The male is black with a pronounced crest of fur on the crown and white cheek fur that extends continuously from the ears and under the chin. The adult females are beige to yellow with black faces and a patch of brown to black fur on the top of their head.
Found in Northwest Vietnam and Northern Laos, the species did occur until recently in Southern China but is most possibly already locally extinct there.
The Northern White-Cheeked Gibbon prefers lowland and lower montane evergreen forests, but they are currently restricted to higher altitudes due to encroachment pressure. Their diet is seasonal, comprising of various quantities of fruit, leaves, shoots, flowers, and insects. Like other gibbon species, they are territorial, living in monogamous pairs with immature offspring.
The main threat to this species is deforestation through agricultural encroachment into mountainous areas and the extraction of firewood and timber from the remaining forests, especially in China and Vietnam. Hunting for food, traditional “medicines” and the illegal pet trade is also a major threat across their range.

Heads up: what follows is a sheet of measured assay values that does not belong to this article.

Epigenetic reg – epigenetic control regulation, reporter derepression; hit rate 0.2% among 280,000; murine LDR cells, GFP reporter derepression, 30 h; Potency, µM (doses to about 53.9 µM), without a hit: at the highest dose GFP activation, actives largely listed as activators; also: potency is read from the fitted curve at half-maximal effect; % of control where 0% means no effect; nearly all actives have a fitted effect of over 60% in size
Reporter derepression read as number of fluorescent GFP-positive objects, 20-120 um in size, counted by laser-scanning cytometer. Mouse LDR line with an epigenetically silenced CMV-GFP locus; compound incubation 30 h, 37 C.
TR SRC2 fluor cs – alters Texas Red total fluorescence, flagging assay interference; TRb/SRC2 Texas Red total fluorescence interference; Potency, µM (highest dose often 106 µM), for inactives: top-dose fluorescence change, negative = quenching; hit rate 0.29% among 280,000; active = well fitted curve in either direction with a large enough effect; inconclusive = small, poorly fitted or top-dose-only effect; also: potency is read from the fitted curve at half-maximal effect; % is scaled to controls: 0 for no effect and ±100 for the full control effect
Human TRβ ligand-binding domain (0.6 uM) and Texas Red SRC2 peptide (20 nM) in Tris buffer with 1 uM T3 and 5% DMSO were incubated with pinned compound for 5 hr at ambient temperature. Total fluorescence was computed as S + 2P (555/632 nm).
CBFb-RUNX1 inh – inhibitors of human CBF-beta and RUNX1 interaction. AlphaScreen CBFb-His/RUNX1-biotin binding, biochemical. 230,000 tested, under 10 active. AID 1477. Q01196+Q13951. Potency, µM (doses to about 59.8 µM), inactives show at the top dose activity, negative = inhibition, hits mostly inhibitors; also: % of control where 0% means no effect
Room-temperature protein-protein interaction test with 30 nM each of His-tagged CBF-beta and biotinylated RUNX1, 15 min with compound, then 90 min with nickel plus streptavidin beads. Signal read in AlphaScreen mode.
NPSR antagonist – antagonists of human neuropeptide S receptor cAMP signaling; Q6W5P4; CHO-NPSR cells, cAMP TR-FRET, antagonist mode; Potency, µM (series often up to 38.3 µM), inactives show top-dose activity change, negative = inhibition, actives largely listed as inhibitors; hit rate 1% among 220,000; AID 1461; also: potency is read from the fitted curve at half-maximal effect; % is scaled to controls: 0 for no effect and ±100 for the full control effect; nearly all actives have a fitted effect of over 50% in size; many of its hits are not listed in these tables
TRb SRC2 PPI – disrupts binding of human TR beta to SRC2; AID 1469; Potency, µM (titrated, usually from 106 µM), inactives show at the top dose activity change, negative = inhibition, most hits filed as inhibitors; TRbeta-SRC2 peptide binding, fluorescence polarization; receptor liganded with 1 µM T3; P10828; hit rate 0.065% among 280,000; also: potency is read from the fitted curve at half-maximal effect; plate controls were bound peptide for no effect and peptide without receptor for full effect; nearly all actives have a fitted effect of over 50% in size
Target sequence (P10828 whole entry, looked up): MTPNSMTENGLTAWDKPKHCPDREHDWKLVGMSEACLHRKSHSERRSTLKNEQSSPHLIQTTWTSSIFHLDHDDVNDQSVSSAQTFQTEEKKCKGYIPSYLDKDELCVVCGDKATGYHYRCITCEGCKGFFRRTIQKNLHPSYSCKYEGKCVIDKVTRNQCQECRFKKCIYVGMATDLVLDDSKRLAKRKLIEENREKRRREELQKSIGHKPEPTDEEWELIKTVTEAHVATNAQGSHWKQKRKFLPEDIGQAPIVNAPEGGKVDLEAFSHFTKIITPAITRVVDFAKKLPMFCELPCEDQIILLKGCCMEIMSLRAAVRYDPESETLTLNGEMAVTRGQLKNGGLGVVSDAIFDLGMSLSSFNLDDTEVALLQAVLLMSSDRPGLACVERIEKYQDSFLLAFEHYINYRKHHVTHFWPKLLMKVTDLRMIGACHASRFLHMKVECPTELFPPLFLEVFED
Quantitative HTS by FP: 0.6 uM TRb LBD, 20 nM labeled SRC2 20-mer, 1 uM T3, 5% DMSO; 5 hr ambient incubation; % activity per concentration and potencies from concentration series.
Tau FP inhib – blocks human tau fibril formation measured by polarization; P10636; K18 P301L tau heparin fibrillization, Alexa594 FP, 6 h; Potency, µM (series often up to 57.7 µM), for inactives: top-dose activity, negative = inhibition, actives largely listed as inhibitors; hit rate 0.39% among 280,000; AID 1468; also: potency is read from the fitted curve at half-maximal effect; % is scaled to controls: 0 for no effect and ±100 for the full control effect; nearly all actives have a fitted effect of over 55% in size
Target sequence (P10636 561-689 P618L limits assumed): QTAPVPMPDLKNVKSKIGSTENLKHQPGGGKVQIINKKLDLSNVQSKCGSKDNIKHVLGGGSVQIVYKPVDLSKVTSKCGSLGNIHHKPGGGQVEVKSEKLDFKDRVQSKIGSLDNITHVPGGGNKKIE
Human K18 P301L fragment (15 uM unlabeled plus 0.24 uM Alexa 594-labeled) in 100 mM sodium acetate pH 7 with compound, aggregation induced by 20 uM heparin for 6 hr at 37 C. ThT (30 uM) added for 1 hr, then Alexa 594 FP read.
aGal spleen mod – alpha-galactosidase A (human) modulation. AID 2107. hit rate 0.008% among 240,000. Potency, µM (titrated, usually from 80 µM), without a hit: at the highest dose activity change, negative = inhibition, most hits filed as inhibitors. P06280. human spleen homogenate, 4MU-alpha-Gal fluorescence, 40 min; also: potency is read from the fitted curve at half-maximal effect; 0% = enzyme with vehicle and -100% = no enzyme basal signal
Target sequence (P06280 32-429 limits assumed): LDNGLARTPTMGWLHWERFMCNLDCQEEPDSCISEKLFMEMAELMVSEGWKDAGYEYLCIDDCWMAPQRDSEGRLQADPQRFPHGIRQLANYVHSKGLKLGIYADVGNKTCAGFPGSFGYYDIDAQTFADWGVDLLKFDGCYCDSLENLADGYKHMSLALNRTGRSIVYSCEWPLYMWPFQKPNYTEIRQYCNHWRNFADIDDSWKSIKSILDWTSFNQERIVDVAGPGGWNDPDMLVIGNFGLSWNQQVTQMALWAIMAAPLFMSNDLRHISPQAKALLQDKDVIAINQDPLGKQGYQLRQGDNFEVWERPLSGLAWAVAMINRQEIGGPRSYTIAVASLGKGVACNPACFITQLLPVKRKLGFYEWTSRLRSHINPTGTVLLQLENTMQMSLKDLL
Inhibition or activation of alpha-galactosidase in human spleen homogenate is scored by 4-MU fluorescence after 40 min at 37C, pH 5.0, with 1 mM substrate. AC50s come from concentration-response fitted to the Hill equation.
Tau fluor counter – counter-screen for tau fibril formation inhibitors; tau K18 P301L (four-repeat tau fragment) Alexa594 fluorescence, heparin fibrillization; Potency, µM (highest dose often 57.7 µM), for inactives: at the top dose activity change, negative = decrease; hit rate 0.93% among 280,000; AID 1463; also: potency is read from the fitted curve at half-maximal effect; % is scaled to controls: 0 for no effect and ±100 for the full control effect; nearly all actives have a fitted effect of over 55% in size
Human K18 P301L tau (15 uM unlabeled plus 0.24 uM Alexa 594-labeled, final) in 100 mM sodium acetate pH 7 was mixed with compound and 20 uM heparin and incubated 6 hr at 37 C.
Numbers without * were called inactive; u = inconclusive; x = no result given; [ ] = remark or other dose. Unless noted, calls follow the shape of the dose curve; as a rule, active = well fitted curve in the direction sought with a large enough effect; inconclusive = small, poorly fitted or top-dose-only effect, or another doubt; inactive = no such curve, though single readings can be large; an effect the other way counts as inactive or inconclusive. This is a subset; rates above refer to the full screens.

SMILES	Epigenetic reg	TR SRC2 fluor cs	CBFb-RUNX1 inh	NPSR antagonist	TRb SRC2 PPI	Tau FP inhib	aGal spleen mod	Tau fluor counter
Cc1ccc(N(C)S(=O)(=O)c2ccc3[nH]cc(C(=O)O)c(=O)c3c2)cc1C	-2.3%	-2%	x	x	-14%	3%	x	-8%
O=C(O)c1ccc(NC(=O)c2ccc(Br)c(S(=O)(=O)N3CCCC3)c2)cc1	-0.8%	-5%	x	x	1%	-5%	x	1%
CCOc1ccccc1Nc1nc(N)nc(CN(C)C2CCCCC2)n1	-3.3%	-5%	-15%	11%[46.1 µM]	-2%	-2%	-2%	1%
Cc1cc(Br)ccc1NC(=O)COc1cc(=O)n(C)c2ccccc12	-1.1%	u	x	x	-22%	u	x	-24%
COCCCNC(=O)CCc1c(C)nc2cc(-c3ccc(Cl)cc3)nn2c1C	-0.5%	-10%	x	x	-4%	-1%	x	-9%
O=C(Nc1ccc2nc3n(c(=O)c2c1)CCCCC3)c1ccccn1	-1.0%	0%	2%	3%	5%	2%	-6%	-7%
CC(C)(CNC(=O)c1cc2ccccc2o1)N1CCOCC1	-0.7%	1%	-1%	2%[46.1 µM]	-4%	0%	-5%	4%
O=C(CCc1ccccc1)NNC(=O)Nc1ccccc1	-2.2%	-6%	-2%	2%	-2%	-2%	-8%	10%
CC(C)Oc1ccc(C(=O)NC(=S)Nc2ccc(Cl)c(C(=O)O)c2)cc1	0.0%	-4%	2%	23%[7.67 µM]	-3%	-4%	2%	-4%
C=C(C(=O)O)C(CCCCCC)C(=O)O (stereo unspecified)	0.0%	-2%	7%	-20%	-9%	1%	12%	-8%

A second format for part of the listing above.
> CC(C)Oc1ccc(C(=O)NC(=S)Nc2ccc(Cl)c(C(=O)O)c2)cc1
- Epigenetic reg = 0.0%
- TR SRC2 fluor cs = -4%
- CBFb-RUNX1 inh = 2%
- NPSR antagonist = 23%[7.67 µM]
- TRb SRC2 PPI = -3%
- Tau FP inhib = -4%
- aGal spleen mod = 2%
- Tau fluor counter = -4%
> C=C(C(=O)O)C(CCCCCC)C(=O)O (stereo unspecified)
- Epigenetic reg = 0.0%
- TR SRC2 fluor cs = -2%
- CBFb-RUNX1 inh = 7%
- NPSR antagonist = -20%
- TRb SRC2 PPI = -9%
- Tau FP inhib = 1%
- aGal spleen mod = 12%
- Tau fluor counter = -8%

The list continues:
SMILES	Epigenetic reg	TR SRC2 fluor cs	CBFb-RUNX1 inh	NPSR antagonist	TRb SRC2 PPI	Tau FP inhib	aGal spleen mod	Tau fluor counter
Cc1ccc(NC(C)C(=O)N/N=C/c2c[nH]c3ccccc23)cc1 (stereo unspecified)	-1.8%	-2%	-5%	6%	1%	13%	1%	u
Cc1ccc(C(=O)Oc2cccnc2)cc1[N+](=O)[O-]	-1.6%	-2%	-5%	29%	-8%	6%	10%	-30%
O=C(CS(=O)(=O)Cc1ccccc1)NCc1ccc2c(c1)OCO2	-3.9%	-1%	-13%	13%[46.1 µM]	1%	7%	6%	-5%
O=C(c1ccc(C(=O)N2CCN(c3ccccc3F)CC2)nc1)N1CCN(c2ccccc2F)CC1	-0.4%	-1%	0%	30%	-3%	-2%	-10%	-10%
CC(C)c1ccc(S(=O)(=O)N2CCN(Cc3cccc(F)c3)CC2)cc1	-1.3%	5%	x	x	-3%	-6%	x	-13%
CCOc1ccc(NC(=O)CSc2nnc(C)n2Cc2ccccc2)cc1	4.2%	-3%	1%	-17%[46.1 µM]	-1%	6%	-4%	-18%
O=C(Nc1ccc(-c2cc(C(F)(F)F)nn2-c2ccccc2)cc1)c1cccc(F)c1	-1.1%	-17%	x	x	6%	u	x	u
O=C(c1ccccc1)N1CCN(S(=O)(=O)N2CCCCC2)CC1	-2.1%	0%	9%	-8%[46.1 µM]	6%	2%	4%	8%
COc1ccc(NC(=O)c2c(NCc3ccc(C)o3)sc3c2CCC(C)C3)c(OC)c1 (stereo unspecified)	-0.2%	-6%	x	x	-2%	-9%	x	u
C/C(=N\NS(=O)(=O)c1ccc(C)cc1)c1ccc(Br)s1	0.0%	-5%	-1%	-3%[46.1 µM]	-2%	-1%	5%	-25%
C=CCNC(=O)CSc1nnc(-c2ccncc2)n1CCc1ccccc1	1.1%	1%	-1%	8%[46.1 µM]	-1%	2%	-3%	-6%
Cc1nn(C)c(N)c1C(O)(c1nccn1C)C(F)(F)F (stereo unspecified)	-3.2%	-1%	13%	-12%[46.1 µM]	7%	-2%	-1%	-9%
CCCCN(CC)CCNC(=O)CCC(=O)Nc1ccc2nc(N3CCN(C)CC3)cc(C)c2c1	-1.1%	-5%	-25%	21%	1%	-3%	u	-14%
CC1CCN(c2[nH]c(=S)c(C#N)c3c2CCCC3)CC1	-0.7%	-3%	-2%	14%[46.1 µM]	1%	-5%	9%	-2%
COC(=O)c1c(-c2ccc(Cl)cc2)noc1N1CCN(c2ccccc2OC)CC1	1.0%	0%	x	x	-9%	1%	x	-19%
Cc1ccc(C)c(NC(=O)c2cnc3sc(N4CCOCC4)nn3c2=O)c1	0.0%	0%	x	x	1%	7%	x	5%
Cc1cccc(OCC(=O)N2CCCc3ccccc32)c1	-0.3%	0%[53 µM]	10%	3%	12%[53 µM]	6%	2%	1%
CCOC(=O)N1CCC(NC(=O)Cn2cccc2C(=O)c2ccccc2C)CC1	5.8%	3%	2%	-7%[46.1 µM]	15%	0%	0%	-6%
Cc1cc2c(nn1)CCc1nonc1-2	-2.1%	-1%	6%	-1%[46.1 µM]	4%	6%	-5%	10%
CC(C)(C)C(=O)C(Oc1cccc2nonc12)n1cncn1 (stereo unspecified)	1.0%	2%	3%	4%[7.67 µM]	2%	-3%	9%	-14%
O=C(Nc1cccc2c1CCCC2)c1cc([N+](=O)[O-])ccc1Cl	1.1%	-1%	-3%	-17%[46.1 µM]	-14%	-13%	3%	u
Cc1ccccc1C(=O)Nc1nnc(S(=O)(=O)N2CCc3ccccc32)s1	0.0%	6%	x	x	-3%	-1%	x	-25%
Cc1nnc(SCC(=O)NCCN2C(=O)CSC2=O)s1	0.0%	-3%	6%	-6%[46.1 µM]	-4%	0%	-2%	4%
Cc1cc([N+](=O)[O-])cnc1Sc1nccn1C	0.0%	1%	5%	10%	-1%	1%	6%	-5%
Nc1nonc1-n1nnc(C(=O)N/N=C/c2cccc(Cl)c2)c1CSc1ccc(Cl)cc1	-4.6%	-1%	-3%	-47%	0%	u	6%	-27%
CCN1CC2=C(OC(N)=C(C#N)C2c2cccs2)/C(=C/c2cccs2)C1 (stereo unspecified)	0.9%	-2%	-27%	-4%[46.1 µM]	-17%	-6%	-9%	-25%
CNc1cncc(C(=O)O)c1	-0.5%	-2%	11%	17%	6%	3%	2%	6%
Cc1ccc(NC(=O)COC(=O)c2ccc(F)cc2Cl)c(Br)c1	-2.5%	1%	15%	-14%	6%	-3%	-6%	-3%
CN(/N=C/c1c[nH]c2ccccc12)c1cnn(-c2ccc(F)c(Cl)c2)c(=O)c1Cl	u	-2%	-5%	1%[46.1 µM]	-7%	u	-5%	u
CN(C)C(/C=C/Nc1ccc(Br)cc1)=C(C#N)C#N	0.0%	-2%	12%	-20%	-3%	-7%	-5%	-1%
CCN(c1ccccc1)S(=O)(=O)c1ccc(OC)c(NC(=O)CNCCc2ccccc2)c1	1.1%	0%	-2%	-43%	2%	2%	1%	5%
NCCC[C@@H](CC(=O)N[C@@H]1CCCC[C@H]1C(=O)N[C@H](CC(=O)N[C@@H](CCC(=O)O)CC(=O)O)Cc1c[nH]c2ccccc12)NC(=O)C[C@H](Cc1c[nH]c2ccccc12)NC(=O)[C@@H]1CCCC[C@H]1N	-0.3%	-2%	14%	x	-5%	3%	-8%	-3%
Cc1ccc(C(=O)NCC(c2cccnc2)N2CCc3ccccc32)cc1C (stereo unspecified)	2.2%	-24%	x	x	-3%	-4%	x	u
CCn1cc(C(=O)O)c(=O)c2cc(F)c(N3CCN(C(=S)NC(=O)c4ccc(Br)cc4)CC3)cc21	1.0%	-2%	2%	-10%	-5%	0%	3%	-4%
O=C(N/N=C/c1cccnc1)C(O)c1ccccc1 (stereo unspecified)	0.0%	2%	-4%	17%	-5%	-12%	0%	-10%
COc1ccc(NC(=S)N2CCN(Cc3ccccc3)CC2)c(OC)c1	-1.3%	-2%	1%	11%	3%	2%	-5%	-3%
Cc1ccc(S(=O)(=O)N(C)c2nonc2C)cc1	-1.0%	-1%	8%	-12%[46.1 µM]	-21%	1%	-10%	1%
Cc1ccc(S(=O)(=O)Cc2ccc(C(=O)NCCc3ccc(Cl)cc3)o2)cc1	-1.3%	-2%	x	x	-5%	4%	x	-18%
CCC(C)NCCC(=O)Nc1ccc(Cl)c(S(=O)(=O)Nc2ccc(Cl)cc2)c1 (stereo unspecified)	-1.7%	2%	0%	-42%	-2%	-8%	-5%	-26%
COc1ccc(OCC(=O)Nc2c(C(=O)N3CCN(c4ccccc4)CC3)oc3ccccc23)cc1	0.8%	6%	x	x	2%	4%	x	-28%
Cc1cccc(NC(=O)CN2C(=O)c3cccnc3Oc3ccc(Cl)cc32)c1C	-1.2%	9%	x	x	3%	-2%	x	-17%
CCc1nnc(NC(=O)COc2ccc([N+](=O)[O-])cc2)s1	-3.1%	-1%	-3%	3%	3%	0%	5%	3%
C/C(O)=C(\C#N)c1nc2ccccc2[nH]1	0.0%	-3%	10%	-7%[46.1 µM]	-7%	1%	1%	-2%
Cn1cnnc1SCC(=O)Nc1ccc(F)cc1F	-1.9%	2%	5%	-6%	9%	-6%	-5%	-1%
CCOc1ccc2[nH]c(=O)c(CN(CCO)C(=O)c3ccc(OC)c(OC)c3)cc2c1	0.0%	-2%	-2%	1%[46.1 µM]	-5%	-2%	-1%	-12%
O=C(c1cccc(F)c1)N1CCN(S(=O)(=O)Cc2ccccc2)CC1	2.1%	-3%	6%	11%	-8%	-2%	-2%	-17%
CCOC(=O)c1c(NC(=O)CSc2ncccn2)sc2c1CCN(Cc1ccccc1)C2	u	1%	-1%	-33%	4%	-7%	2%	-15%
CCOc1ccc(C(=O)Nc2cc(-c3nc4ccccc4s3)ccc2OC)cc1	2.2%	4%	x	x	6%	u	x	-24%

The species is protected across its range. In Vietnam, the Northern White-Cheeked Gibbon is listed in the 2007 Vietnam Red Data Book as ‘Endangered’ and is protected by law under Decree 32/2006 ND-CP: 1B.
This species is threatened with extinction and international trade is permitted only in exceptional circumstances.
Established in 1993, EPRC is a not for profit project dedicated to the rescue, rehabilitation, breeding, research and conservation of Vietnam’s endangered and critically endangered primate species.
© Endangered Primate Rescue Center 2020
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